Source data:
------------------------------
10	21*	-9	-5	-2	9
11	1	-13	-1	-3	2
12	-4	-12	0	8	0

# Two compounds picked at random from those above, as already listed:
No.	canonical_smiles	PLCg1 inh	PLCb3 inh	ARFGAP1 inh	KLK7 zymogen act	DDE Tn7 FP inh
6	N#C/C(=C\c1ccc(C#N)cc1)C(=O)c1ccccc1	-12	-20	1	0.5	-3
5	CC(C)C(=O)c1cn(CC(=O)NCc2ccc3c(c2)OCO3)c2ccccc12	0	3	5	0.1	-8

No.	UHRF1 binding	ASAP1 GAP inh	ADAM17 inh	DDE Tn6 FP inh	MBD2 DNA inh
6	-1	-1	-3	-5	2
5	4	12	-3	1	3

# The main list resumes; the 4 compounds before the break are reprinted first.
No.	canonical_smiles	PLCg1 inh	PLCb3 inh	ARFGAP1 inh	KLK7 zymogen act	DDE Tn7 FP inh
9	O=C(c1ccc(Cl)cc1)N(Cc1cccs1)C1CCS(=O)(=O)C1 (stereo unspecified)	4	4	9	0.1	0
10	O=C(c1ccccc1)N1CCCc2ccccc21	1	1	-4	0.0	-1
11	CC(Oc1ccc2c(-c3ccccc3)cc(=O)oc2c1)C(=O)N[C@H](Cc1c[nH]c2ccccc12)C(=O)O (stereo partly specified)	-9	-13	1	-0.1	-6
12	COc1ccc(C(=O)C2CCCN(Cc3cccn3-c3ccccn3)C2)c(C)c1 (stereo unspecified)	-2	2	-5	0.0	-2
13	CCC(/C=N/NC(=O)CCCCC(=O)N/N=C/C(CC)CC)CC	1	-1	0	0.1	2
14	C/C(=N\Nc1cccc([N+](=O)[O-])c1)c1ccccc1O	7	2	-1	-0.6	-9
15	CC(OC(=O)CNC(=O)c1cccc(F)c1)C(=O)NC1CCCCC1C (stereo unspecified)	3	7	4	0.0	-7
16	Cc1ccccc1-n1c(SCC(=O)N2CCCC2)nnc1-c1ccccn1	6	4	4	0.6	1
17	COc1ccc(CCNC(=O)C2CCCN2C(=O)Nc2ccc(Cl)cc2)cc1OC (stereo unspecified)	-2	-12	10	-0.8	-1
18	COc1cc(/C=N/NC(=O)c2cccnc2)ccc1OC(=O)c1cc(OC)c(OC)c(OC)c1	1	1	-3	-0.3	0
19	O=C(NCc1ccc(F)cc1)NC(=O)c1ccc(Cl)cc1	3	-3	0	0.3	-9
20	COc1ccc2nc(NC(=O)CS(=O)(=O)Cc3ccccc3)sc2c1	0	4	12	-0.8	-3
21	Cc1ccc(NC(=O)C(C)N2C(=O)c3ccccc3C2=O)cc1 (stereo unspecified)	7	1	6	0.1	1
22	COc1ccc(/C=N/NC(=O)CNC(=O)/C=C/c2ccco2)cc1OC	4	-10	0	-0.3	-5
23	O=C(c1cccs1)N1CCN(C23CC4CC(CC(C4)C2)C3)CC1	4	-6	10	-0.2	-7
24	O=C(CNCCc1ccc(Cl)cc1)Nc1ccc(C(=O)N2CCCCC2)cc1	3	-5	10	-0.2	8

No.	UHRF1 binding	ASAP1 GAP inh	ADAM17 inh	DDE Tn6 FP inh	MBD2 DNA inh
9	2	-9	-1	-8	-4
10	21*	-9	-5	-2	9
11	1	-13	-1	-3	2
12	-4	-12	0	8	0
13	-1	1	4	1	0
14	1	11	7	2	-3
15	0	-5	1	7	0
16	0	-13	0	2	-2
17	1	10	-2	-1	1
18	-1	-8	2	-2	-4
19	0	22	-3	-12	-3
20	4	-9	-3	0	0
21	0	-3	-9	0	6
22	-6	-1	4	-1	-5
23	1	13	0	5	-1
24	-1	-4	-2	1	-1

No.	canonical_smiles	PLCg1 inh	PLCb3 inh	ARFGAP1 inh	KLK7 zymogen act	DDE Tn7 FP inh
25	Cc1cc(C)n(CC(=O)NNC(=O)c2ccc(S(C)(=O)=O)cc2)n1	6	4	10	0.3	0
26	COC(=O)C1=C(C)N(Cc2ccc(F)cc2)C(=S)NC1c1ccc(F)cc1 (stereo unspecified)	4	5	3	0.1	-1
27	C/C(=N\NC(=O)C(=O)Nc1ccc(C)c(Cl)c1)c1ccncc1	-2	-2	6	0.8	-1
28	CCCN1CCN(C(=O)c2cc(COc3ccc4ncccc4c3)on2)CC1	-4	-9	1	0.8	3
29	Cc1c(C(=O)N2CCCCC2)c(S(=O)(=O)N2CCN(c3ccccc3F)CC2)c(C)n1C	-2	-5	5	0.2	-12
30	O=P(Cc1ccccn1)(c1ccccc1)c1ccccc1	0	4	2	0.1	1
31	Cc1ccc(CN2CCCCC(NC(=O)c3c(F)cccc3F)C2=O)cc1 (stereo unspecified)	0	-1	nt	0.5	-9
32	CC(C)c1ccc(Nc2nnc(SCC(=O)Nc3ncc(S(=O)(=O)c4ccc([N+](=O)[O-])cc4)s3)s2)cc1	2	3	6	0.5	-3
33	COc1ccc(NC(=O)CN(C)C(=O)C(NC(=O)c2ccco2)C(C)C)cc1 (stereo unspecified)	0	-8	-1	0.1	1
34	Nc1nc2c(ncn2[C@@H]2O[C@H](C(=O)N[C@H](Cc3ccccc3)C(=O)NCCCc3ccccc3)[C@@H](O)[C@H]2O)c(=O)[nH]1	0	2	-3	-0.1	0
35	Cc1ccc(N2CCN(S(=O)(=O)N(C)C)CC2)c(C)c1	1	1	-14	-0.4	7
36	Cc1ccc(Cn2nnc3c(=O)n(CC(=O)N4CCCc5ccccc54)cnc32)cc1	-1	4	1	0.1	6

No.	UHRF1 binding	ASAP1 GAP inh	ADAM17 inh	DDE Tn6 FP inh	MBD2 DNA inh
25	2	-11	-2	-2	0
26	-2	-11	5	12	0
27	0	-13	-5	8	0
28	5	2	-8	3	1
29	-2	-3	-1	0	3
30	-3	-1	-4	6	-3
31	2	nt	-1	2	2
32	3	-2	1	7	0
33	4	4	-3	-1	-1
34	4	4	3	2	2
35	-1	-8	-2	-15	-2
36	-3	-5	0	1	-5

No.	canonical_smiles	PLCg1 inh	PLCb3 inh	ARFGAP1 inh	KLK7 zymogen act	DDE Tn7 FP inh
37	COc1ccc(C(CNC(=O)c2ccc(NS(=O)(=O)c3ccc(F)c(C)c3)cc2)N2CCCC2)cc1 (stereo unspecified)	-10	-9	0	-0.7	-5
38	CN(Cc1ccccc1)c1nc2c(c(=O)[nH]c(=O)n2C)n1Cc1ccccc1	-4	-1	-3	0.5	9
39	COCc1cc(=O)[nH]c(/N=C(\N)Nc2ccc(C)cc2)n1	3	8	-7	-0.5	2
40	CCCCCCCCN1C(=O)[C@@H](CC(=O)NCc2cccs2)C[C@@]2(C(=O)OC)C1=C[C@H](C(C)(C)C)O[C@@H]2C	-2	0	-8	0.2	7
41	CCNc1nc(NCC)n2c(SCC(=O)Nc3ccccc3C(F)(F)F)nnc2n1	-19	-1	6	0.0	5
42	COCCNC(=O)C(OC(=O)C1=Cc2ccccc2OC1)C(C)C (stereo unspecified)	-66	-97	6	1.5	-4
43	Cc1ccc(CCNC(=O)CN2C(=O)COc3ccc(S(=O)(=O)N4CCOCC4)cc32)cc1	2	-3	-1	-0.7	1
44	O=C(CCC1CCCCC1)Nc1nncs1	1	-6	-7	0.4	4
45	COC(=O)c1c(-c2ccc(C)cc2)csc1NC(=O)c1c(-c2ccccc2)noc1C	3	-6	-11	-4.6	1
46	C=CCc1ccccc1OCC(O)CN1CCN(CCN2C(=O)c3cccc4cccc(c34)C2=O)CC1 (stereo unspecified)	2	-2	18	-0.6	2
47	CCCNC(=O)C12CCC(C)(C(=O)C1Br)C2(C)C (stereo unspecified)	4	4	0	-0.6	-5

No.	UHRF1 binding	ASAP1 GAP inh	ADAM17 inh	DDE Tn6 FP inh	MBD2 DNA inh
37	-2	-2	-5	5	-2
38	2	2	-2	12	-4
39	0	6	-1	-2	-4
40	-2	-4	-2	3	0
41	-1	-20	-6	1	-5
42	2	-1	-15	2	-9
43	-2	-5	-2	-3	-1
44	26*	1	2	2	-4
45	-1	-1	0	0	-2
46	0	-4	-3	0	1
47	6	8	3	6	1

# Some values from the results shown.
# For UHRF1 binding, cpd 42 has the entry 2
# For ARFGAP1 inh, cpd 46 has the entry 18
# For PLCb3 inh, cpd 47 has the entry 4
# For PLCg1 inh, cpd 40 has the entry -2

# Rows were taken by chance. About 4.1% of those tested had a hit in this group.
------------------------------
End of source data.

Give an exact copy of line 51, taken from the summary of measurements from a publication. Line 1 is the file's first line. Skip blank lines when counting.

29	Cc1c(C(=O)N2CCCCC2)c(S(=O)(=O)N2CCN(c3ccccc3F)CC2)c(C)n1C	-2	-5	5	0.2	-12